Whereas, the MJPEG based cameras have a higher FPS rate for still images, because you can select the resolution of the images. 160x120, 320x240 and 640x480.

MJPEG Based Demo Camera

Note: If you use the above interface for your MJPEG based camera and change the resolution. It does change your MJPEG camera resolution. So you will need to change that resolution back, to what it should be.

Even the MJPEG based cameras have an average FPS rate for still images of about 4.20 at 640x480. Yet at a 160x120 resolution, they have an average FPS rate of over 9.00 FPS, for still images.

Please note. That the actual FPS rates you see using the examples above, may vary, depending on how many others are accessing the above examples, at the same time.

The same applies to using these Interfaces with your own cameras. It would be best while using these Interfaces with your own cameras. To be using only this Interface and nothing else at the same time, while using these Interfaces to benchmark your own cameras.

While all these examples are using still images and their FPS rates. These methods do show without using video. How you can help your cameras operate at peak efficiency. By possibly making changes, to achieve the highest possible still image FPS rate possible, for your environment. With each and any of the devices, you use to access your cameras.

Of course there are other methods that can be used by camera owners to determine how their cameras are currently performing.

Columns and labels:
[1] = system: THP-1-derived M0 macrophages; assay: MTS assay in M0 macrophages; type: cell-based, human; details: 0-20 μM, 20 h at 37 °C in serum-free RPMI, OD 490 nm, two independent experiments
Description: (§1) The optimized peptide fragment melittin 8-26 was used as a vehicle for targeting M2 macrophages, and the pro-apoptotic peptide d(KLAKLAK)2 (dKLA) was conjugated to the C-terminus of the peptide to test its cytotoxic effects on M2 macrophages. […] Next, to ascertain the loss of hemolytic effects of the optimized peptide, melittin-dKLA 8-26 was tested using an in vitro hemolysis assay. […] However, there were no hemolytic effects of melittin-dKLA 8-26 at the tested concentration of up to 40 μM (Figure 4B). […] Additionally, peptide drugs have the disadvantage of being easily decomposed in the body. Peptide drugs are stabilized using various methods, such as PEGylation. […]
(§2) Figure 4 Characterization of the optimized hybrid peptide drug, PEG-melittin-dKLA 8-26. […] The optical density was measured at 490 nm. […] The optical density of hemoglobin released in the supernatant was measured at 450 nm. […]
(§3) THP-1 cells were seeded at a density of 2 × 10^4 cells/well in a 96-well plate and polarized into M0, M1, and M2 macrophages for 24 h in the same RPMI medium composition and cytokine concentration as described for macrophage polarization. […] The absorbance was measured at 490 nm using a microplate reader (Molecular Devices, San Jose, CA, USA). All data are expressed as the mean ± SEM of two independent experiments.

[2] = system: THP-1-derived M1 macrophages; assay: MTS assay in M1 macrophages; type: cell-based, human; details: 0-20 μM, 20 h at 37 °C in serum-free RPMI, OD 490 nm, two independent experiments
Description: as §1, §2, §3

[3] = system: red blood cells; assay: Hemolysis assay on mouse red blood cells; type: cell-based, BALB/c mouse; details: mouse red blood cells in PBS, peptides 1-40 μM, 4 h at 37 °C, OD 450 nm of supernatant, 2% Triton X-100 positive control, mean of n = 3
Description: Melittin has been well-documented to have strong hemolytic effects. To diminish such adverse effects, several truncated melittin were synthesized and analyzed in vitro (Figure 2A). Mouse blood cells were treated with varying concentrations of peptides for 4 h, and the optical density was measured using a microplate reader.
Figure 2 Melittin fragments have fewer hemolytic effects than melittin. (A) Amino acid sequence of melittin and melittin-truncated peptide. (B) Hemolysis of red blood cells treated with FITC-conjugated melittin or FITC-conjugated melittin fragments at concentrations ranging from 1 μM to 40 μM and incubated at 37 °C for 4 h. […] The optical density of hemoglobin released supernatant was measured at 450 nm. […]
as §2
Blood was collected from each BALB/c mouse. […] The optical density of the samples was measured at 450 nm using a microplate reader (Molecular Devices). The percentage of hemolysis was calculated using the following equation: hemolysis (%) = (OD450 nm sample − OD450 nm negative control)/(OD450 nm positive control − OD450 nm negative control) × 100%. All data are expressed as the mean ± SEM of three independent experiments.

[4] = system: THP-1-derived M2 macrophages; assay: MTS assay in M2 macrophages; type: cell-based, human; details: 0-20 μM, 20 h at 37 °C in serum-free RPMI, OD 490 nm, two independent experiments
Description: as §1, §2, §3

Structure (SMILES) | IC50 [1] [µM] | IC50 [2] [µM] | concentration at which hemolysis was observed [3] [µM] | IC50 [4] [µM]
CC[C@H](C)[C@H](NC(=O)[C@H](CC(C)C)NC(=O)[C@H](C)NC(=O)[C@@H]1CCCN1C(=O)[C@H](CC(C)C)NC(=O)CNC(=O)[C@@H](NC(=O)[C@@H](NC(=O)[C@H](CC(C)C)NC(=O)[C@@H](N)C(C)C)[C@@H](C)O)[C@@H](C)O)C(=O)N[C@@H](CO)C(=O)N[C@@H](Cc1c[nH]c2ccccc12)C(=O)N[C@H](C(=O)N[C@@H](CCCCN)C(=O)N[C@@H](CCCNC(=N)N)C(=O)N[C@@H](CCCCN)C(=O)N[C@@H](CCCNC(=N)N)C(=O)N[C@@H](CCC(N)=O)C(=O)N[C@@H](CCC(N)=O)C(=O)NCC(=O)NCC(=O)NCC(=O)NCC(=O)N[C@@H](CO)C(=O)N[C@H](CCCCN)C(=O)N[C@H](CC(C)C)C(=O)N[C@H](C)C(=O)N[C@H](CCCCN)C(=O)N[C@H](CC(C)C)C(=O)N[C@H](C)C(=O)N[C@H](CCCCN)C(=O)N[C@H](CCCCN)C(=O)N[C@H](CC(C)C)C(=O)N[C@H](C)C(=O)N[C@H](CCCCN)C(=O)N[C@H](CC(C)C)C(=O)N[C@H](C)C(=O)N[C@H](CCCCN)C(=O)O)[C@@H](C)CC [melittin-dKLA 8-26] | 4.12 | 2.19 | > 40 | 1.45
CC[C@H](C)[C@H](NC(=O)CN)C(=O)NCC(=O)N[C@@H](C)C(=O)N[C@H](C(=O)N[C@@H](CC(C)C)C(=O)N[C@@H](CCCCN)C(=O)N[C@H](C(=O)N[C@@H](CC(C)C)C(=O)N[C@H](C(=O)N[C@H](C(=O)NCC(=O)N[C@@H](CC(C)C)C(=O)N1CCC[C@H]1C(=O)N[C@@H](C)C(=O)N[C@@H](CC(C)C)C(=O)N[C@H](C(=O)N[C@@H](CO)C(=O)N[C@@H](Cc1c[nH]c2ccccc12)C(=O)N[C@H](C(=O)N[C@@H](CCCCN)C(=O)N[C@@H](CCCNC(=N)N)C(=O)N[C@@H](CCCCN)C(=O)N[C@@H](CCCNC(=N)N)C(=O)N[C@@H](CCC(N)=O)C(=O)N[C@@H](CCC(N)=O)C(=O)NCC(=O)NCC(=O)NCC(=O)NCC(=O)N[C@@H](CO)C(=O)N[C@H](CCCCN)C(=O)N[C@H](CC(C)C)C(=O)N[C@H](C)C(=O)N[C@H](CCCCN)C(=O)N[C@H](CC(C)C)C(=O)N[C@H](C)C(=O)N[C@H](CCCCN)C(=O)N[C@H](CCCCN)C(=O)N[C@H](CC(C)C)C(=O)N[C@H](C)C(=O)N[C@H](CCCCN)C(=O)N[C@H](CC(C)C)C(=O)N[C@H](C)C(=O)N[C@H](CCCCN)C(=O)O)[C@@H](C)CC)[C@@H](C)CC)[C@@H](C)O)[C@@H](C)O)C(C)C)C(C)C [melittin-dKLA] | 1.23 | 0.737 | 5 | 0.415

However, these methods are free. They work with ALL Foscam camera models that are currently being sold. They are convenient and simple to use, require no download, setup or installation and can be used from all Internet browser capable devices, camera owners use, to access any of their Foscam based camera models.

Whereas, other methods, may not currently support or have, all of these benefits.

Direct Links To These Interfaces For Use With Your Cameras:


Please do NOT use an Admin level User Id for your camera, when doing this, using the demo links below for your own cameras. You can in fact create a throw-away Operator User Id for your camera, that you can afterwards change the password for or delete from your camera, if needed afterwards. When or if you use the links below.

You can use any of the below, with these Interfaces, for your own cameras, with these links. From ANY internet browser capable device. Which is running on any Operating System. Which is using any browser. Without the need to use any leading http://


You may want to compare differences, from the same or different devices. Using local, ISP and DDNS access methods.

You may also wish to also create shortcuts, to these links, from those devices. For emergency use, as well. So that you can have alternative access methods to your cameras, from those devices.

For All Foscam MJPEG Based Camera Models:

For All Foscam H.264 Based Camera Models Currently Being Sold:

Note: There is a 5 minute limit for the above links. You can refresh your browser window to reset this, if needed. It's suggested to download your own free copy of the Interface you need, for long term use. This allows you to also be able to configure your copy as needed, for your camera. Which does not have any time limit, by default configuration settings.

Once you are done doing these benchmarks for Foscam MJPEG based cameras. There really is not much you can do that will benefit you even when accessing your MJPEG based cameras with video. This is because, there is no video compression going on. With MJPEG based camera models.

This is NOT true for camera owners, that have Foscam H.264 based camera models. Because there are in fact, other things you can do to tweak your cameras and increase your FPS rates for video as well.

More here for H.264 based Foscam camera owners: